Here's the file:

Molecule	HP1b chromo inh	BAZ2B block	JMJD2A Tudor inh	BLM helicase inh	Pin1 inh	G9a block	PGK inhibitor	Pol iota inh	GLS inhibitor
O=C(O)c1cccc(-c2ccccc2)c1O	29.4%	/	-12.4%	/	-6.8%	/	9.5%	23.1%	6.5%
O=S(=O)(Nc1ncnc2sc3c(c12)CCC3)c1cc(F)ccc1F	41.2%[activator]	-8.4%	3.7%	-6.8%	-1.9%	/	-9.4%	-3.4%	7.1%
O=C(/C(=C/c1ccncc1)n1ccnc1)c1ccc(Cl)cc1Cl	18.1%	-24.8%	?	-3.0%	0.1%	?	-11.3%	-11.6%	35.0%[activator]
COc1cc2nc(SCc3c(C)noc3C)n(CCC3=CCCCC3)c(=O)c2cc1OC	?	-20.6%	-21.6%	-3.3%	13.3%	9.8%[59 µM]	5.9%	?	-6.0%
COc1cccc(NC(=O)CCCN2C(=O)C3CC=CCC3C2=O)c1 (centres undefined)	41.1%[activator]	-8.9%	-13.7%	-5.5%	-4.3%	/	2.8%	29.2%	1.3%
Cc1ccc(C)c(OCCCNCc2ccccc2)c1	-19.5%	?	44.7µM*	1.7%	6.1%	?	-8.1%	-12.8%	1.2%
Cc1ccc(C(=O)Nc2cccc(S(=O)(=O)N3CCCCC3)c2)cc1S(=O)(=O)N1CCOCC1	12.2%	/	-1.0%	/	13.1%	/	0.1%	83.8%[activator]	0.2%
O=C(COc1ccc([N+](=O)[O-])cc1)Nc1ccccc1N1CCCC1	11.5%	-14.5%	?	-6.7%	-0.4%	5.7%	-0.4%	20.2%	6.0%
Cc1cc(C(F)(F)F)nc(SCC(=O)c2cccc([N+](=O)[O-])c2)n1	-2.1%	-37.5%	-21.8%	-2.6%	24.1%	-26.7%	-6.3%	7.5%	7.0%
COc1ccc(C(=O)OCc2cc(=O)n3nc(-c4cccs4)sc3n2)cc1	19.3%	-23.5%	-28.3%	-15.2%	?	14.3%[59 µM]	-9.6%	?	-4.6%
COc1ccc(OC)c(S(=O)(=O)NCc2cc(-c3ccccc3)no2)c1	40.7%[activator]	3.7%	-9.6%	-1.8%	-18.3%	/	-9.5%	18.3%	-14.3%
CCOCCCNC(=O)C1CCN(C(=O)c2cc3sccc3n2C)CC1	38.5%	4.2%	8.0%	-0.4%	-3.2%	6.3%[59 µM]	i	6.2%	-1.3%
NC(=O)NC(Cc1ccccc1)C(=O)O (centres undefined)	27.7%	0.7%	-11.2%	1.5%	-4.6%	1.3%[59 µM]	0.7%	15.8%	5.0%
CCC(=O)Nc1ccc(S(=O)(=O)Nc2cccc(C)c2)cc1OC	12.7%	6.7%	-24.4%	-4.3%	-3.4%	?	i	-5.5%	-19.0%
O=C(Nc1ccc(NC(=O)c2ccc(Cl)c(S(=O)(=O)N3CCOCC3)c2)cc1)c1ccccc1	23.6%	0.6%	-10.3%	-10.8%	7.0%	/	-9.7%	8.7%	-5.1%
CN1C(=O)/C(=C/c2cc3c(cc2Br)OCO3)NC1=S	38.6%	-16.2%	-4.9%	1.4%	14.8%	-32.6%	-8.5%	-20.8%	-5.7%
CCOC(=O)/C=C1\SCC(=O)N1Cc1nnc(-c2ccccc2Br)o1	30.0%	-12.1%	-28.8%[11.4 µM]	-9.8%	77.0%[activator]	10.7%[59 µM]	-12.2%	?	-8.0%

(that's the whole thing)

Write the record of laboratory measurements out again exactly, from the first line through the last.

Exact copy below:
Molecule	HP1b chromo inh	BAZ2B block	JMJD2A Tudor inh	BLM helicase inh	Pin1 inh	G9a block	PGK inhibitor	Pol iota inh	GLS inhibitor
O=C(O)c1cccc(-c2ccccc2)c1O	29.4%	/	-12.4%	/	-6.8%	/	9.5%	23.1%	6.5%
O=S(=O)(Nc1ncnc2sc3c(c12)CCC3)c1cc(F)ccc1F	41.2%[activator]	-8.4%	3.7%	-6.8%	-1.9%	/	-9.4%	-3.4%	7.1%
O=C(/C(=C/c1ccncc1)n1ccnc1)c1ccc(Cl)cc1Cl	18.1%	-24.8%	?	-3.0%	0.1%	?	-11.3%	-11.6%	35.0%[activator]
COc1cc2nc(SCc3c(C)noc3C)n(CCC3=CCCCC3)c(=O)c2cc1OC	?	-20.6%	-21.6%	-3.3%	13.3%	9.8%[59 µM]	5.9%	?	-6.0%
COc1cccc(NC(=O)CCCN2C(=O)C3CC=CCC3C2=O)c1 (centres undefined)	41.1%[activator]	-8.9%	-13.7%	-5.5%	-4.3%	/	2.8%	29.2%	1.3%
Cc1ccc(C)c(OCCCNCc2ccccc2)c1	-19.5%	?	44.7µM*	1.7%	6.1%	?	-8.1%	-12.8%	1.2%
Cc1ccc(C(=O)Nc2cccc(S(=O)(=O)N3CCCCC3)c2)cc1S(=O)(=O)N1CCOCC1	12.2%	/	-1.0%	/	13.1%	/	0.1%	83.8%[activator]	0.2%
O=C(COc1ccc([N+](=O)[O-])cc1)Nc1ccccc1N1CCCC1	11.5%	-14.5%	?	-6.7%	-0.4%	5.7%	-0.4%	20.2%	6.0%
Cc1cc(C(F)(F)F)nc(SCC(=O)c2cccc([N+](=O)[O-])c2)n1	-2.1%	-37.5%	-21.8%	-2.6%	24.1%	-26.7%	-6.3%	7.5%	7.0%
COc1ccc(C(=O)OCc2cc(=O)n3nc(-c4cccs4)sc3n2)cc1	19.3%	-23.5%	-28.3%	-15.2%	?	14.3%[59 µM]	-9.6%	?	-4.6%
COc1ccc(OC)c(S(=O)(=O)NCc2cc(-c3ccccc3)no2)c1	40.7%[activator]	3.7%	-9.6%	-1.8%	-18.3%	/	-9.5%	18.3%	-14.3%
CCOCCCNC(=O)C1CCN(C(=O)c2cc3sccc3n2C)CC1	38.5%	4.2%	8.0%	-0.4%	-3.2%	6.3%[59 µM]	i	6.2%	-1.3%
NC(=O)NC(Cc1ccccc1)C(=O)O (centres undefined)	27.7%	0.7%	-11.2%	1.5%	-4.6%	1.3%[59 µM]	0.7%	15.8%	5.0%
CCC(=O)Nc1ccc(S(=O)(=O)Nc2cccc(C)c2)cc1OC	12.7%	6.7%	-24.4%	-4.3%	-3.4%	?	i	-5.5%	-19.0%
O=C(Nc1ccc(NC(=O)c2ccc(Cl)c(S(=O)(=O)N3CCOCC3)c2)cc1)c1ccccc1	23.6%	0.6%	-10.3%	-10.8%	7.0%	/	-9.7%	8.7%	-5.1%
CN1C(=O)/C(=C/c2cc3c(cc2Br)OCO3)NC1=S	38.6%	-16.2%	-4.9%	1.4%	14.8%	-32.6%	-8.5%	-20.8%	-5.7%
CCOC(=O)/C=C1\SCC(=O)N1Cc1nnc(-c2ccccc2Br)o1	30.0%	-12.1%	-28.8%[11.4 µM]	-9.8%	77.0%[activator]	10.7%[59 µM]	-12.2%	?	-8.0%